Photography by John Hryniuk Image by: Photography by John Hryniuk
Location: Omemee, Ont.
Job: Organic farmer
"I never planned to become a farmer," says Kelly Carmichael, an organic farmer from Omemee, Ont., who raises grass-fed beef. Her résumé backs up that assertion: As recently as four years ago, Kelly was working as an art director and graphic designer for top Toronto ad agencies.
Then everything changed for Kelly and her husband, John Purcell. "My father-in-law and mother-in-law dropped by on their way back from vacation and announced, ‘If you want to buy the farm, we're selling it,'" she recalls. The next thing they knew, they were moving with their two young sons (then ages four and one) to the country to take over the day-to-day operations.
The opportunity came with an apprenticeship of sorts: "My father-in-law comes over every day to teach John about beef farming," says Kelly.
A food activist and 13-year cancer survivor, Kelly has been learning the art of sustainable vegetable farming. The fact that she grew up in suburban Montreal doesn't daunt her in the least. "My dad raised me with the belief that if you see someone else doing it, you can do it too. So I've focused on learning along the way and seeking out knowledge."
The Carmichael-Purcell farm, Grazing Meadows, is not yet generating enough income to support the family. So Kelly moonlights as a graphic designer and art director while John teaches part-time at Trent University in Peterborough and works at the Centre for Addiction and Mental Health in Toronto. Add parenting and volunteer work to the mix and you have a recipe for very busy lives. But Kelly wouldn't have it any other way.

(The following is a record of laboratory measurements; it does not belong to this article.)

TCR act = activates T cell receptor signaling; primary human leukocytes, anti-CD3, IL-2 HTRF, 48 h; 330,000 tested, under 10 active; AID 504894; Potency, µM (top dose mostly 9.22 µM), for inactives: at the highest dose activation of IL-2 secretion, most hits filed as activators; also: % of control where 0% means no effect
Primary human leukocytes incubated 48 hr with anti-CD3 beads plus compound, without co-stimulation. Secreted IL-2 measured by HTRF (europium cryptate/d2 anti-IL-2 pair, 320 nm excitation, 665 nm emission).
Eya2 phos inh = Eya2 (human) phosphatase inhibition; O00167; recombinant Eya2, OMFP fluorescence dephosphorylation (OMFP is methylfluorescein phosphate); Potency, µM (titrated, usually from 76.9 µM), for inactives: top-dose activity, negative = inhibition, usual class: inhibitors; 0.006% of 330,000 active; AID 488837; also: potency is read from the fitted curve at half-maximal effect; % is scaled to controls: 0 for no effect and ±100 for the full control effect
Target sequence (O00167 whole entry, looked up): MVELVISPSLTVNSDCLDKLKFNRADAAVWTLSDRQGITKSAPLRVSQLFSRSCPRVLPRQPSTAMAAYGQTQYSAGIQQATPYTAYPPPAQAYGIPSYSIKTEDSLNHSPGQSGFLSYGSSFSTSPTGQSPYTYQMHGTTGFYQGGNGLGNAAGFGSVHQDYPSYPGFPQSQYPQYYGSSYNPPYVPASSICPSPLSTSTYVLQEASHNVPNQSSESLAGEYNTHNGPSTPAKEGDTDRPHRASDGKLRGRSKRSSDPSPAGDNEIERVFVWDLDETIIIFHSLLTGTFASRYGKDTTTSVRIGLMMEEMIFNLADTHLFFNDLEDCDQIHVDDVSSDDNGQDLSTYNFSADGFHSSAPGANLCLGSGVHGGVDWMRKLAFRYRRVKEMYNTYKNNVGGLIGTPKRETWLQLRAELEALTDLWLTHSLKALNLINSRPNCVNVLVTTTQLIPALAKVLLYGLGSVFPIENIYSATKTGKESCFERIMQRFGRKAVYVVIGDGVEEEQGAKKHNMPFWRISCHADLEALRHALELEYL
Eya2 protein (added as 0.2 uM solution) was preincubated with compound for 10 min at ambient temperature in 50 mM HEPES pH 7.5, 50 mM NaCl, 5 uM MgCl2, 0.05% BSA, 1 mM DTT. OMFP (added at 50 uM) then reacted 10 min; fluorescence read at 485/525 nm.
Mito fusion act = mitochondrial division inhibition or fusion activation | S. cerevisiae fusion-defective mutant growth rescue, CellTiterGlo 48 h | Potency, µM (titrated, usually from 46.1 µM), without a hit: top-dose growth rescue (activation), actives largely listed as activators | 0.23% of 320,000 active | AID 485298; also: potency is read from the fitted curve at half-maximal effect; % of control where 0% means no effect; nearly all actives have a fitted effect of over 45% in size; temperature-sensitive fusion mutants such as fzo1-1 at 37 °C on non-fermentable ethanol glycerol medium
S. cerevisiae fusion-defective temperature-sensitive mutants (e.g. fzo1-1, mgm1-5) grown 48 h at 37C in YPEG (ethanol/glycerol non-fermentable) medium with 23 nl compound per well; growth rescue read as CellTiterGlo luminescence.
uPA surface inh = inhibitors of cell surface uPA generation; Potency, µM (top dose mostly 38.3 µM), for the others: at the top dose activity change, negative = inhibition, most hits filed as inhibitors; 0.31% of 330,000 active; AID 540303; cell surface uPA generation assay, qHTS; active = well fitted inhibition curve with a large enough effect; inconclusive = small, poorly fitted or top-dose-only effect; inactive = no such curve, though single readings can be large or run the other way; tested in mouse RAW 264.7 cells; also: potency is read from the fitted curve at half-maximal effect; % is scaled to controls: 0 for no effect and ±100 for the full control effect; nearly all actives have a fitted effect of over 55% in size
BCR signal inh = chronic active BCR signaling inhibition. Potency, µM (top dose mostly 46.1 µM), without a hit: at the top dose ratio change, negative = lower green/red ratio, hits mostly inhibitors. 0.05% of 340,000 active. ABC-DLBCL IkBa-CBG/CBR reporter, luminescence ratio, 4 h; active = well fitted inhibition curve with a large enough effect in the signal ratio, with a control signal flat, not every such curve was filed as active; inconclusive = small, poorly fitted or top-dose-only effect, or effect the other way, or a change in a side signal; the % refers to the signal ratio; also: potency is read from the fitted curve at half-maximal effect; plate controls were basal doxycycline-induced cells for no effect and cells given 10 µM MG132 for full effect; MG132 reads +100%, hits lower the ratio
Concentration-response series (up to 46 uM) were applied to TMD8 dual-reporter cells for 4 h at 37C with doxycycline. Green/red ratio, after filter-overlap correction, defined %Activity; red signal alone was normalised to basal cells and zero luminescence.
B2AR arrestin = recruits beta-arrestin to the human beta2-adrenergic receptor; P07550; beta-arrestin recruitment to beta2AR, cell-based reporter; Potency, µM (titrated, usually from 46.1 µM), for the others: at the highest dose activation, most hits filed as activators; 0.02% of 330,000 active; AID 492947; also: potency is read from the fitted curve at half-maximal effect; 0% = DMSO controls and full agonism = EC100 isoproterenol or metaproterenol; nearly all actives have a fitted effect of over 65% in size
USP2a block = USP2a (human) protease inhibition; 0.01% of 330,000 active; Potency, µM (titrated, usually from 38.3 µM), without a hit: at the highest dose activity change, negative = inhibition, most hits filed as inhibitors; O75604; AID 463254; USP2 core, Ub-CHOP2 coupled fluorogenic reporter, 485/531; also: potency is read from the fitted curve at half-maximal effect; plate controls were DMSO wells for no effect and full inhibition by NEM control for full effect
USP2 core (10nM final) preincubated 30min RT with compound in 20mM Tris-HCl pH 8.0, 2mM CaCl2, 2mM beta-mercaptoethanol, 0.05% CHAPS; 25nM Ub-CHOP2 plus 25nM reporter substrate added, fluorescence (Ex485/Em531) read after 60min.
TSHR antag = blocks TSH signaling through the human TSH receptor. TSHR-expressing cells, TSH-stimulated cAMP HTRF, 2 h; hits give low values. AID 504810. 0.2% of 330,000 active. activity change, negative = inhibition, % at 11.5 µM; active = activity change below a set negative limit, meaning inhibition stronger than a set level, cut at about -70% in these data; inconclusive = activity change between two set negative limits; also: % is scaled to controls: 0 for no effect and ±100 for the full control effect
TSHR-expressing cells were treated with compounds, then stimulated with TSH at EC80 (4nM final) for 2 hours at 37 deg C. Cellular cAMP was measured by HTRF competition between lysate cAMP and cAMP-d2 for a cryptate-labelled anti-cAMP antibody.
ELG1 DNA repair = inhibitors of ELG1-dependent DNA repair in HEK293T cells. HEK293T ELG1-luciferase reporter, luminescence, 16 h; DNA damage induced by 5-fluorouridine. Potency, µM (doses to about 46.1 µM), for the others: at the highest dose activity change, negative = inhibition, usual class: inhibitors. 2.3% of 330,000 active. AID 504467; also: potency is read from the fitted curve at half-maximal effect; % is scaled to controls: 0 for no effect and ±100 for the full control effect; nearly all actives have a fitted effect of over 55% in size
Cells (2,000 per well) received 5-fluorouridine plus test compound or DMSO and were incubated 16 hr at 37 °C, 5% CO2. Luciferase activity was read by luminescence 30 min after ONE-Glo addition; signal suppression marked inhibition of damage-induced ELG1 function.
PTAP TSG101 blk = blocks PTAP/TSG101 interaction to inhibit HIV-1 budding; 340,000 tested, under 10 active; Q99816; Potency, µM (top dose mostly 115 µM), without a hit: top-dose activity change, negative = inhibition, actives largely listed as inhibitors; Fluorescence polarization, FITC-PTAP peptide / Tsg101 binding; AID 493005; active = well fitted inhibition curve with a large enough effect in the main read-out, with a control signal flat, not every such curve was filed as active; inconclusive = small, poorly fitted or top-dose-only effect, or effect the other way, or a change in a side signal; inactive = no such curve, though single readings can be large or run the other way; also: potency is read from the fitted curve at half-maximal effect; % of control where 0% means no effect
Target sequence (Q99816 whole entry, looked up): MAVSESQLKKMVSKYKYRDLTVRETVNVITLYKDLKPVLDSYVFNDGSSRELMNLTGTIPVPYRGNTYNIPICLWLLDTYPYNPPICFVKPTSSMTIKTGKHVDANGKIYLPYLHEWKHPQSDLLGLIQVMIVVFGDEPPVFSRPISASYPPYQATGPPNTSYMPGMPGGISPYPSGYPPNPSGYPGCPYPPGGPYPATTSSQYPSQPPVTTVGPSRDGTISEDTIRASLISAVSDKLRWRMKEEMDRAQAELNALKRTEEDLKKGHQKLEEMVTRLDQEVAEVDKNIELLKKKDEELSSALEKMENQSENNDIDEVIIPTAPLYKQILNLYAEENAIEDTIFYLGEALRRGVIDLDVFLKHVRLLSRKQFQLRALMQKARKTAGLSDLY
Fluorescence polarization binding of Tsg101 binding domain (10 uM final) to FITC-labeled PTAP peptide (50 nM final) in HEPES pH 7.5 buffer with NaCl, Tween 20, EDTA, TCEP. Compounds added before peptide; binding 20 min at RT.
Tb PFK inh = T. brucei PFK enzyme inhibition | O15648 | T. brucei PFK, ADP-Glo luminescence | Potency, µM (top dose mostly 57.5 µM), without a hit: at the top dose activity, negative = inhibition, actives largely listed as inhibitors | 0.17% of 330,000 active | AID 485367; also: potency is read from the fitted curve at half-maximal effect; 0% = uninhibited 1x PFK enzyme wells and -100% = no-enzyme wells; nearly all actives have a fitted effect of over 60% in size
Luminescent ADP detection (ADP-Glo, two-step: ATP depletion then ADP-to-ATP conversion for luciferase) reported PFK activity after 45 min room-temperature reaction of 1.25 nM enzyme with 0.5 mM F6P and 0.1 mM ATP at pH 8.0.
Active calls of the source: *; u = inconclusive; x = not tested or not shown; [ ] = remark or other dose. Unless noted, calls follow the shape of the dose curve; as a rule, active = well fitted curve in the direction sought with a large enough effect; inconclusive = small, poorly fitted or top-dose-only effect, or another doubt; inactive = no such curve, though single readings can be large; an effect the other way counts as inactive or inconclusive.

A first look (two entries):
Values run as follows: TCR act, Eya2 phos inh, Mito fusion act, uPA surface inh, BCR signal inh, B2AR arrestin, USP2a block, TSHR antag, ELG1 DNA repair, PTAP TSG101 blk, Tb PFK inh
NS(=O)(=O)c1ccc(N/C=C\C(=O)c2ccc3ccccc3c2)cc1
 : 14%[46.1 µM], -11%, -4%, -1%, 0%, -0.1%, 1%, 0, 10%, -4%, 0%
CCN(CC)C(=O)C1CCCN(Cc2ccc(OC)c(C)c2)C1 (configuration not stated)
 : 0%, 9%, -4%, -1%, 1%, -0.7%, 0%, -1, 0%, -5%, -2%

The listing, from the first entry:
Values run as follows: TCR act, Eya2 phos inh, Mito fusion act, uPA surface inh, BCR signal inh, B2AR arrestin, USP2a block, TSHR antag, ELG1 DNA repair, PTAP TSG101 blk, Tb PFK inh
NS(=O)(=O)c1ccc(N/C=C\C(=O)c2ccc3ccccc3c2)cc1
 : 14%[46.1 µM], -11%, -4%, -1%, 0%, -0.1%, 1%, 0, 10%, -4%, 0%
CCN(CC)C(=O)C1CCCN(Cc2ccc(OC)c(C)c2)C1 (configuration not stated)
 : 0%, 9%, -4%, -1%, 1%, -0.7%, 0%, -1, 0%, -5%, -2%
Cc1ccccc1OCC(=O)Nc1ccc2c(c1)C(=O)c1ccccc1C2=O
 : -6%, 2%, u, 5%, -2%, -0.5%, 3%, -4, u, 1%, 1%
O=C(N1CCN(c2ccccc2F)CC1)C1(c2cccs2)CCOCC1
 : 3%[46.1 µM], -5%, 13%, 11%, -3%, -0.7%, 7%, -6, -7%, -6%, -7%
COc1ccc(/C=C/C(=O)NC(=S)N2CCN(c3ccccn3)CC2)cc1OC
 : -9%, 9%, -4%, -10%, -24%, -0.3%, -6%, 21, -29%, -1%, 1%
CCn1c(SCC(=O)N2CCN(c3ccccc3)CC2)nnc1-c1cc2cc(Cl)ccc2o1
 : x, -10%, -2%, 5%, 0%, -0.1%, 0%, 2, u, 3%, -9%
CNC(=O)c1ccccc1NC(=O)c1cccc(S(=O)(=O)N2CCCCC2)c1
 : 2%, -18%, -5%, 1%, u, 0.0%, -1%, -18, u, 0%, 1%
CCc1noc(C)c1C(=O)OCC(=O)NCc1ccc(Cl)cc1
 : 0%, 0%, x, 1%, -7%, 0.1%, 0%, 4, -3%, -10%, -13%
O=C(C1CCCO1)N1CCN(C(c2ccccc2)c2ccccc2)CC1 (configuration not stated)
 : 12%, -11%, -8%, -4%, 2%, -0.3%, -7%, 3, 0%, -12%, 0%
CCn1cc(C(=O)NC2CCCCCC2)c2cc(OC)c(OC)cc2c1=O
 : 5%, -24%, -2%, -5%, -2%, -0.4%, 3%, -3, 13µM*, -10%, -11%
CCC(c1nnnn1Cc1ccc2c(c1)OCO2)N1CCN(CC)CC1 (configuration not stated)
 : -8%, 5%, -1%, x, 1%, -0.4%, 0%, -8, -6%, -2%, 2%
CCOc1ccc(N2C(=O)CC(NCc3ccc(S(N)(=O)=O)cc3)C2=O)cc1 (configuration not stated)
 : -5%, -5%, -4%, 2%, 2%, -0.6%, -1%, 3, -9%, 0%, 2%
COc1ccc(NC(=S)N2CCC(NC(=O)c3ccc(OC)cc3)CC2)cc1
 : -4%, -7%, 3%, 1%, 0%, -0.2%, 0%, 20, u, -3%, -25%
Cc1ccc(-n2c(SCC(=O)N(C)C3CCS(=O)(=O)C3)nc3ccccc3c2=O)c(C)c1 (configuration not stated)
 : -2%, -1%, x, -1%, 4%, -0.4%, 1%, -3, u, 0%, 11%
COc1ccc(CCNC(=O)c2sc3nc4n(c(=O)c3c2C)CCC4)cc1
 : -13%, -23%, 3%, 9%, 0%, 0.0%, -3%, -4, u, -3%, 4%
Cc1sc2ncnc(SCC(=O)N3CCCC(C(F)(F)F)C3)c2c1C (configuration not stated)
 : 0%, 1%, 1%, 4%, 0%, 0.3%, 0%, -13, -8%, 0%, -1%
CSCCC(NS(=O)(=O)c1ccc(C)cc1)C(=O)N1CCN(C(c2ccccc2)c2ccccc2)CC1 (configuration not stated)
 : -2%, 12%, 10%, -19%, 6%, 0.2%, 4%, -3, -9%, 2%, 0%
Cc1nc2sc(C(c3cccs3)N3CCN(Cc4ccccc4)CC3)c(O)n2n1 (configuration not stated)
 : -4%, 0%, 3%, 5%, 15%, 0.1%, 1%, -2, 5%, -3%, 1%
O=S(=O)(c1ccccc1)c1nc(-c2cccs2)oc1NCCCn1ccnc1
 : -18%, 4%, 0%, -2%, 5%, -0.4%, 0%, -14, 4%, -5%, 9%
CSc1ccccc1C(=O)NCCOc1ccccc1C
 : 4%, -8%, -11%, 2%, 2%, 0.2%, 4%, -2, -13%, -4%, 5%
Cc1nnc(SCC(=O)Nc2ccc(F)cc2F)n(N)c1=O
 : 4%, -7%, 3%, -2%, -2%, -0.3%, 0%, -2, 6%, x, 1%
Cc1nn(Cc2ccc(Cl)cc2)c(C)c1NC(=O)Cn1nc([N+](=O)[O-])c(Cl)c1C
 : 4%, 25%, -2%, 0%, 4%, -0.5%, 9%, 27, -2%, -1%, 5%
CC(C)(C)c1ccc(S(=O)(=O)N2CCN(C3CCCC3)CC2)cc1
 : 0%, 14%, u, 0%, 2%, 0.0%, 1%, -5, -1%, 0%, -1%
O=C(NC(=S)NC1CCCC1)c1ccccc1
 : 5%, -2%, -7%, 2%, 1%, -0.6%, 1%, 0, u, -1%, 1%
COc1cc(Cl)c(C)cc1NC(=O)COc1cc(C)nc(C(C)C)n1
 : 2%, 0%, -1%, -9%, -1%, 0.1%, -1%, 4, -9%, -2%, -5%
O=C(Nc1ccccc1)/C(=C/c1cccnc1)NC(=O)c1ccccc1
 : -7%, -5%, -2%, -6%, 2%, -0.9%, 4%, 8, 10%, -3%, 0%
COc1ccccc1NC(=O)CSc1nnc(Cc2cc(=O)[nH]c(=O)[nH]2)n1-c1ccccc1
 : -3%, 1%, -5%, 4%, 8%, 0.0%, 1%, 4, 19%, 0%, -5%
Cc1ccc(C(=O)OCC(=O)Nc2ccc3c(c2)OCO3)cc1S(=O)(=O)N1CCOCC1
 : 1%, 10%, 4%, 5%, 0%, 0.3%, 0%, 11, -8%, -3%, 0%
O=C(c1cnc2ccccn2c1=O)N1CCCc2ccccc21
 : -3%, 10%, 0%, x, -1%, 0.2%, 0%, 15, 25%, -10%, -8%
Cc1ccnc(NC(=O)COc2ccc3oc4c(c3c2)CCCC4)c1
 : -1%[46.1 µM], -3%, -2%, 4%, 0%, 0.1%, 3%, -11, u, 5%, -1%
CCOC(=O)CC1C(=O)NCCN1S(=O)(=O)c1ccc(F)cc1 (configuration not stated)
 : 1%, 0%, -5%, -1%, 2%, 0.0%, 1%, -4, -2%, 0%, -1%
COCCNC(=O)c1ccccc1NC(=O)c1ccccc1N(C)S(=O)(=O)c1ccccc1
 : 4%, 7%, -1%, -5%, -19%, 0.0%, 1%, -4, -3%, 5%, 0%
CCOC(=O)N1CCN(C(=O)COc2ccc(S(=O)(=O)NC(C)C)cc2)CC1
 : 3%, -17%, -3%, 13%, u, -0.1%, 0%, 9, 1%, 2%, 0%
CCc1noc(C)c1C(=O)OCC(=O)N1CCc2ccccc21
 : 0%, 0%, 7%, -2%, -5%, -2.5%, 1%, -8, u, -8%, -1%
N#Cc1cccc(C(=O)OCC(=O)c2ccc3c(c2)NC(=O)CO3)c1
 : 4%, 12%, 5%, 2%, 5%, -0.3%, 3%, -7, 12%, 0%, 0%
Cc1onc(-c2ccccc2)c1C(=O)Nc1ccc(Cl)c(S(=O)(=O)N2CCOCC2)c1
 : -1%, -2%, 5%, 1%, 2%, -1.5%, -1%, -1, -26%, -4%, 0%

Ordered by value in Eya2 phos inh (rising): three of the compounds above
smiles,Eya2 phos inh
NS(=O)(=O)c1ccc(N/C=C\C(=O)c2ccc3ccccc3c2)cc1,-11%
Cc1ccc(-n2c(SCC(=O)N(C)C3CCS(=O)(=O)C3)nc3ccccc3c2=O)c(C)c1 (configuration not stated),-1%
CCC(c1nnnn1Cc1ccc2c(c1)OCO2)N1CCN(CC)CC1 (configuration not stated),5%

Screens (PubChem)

"I feel rooted and connected to the world we live in, and I'm building something with my family."
Having a mentor allows people to realize their dreams.
"People are familiar with the idea that it takes a village to raise a child," notes Eric Morse, professor of entrepreneurship at the Ivey Business School at Western University in London, Ont. "But it also takes a village to raise an entrepreneur. The biggest mistake entrepreneurs make is not sharing their ideas with others who can help."
Arlene Dickinson, author, entrepreneur, and star of "Dragons' Den" and "The Big Decision," agrees that creating a community is essential to achieving a dream. "You [just] need to know what type of people you need around you," she says.
And if your dream involves bringing a product to market, know what matters most to consumers. "It's good business to be representing the values of your customers," notes Lisa Lowthers of the Acadia Centre for Social and Business Entrepreneurship in Wolfville, NS.
We have lots more stories about extraordinary Canadians.
|This story was originally titled "Meet the Dreamers" in the December 2013 issue.|
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